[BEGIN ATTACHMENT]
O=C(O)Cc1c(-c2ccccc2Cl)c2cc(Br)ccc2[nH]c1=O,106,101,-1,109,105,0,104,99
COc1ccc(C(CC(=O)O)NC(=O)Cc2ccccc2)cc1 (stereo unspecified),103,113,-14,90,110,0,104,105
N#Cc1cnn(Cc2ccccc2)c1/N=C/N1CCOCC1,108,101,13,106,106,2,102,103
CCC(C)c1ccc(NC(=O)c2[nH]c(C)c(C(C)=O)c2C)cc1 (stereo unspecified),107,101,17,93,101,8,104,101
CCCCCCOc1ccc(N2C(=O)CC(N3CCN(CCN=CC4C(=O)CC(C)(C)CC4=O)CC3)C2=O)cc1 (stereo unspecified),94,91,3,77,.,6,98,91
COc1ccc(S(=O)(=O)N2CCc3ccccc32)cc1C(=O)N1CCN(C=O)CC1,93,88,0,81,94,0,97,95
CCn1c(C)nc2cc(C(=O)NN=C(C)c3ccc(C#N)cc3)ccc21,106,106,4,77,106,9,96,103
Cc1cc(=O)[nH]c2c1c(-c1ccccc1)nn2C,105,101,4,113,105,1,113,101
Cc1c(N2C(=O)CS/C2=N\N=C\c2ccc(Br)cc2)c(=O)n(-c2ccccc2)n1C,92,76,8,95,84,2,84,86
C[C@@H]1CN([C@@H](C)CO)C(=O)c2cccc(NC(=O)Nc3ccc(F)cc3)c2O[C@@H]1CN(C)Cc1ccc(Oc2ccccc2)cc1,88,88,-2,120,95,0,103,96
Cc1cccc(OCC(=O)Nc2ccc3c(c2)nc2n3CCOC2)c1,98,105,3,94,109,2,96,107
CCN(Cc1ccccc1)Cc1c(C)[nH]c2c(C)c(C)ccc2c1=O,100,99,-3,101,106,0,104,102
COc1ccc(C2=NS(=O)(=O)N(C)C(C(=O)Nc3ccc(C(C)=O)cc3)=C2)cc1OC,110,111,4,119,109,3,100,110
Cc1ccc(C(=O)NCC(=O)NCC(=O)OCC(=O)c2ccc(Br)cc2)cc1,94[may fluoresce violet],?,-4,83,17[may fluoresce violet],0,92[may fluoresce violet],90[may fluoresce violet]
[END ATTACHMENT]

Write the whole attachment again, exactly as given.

O=C(O)Cc1c(-c2ccccc2Cl)c2cc(Br)ccc2[nH]c1=O,106,101,-1,109,105,0,104,99
COc1ccc(C(CC(=O)O)NC(=O)Cc2ccccc2)cc1 (stereo unspecified),103,113,-14,90,110,0,104,105
N#Cc1cnn(Cc2ccccc2)c1/N=C/N1CCOCC1,108,101,13,106,106,2,102,103
CCC(C)c1ccc(NC(=O)c2[nH]c(C)c(C(C)=O)c2C)cc1 (stereo unspecified),107,101,17,93,101,8,104,101
CCCCCCOc1ccc(N2C(=O)CC(N3CCN(CCN=CC4C(=O)CC(C)(C)CC4=O)CC3)C2=O)cc1 (stereo unspecified),94,91,3,77,.,6,98,91
COc1ccc(S(=O)(=O)N2CCc3ccccc32)cc1C(=O)N1CCN(C=O)CC1,93,88,0,81,94,0,97,95
CCn1c(C)nc2cc(C(=O)NN=C(C)c3ccc(C#N)cc3)ccc21,106,106,4,77,106,9,96,103
Cc1cc(=O)[nH]c2c1c(-c1ccccc1)nn2C,105,101,4,113,105,1,113,101
Cc1c(N2C(=O)CS/C2=N\N=C\c2ccc(Br)cc2)c(=O)n(-c2ccccc2)n1C,92,76,8,95,84,2,84,86
C[C@@H]1CN([C@@H](C)CO)C(=O)c2cccc(NC(=O)Nc3ccc(F)cc3)c2O[C@@H]1CN(C)Cc1ccc(Oc2ccccc2)cc1,88,88,-2,120,95,0,103,96
Cc1cccc(OCC(=O)Nc2ccc3c(c2)nc2n3CCOC2)c1,98,105,3,94,109,2,96,107
CCN(Cc1ccccc1)Cc1c(C)[nH]c2c(C)c(C)ccc2c1=O,100,99,-3,101,106,0,104,102
COc1ccc(C2=NS(=O)(=O)N(C)C(C(=O)Nc3ccc(C(C)=O)cc3)=C2)cc1OC,110,111,4,119,109,3,100,110
Cc1ccc(C(=O)NCC(=O)NCC(=O)OCC(=O)c2ccc(Br)cc2)cc1,94[may fluoresce violet],?,-4,83,17[may fluoresce violet],0,92[may fluoresce violet],90[may fluoresce violet]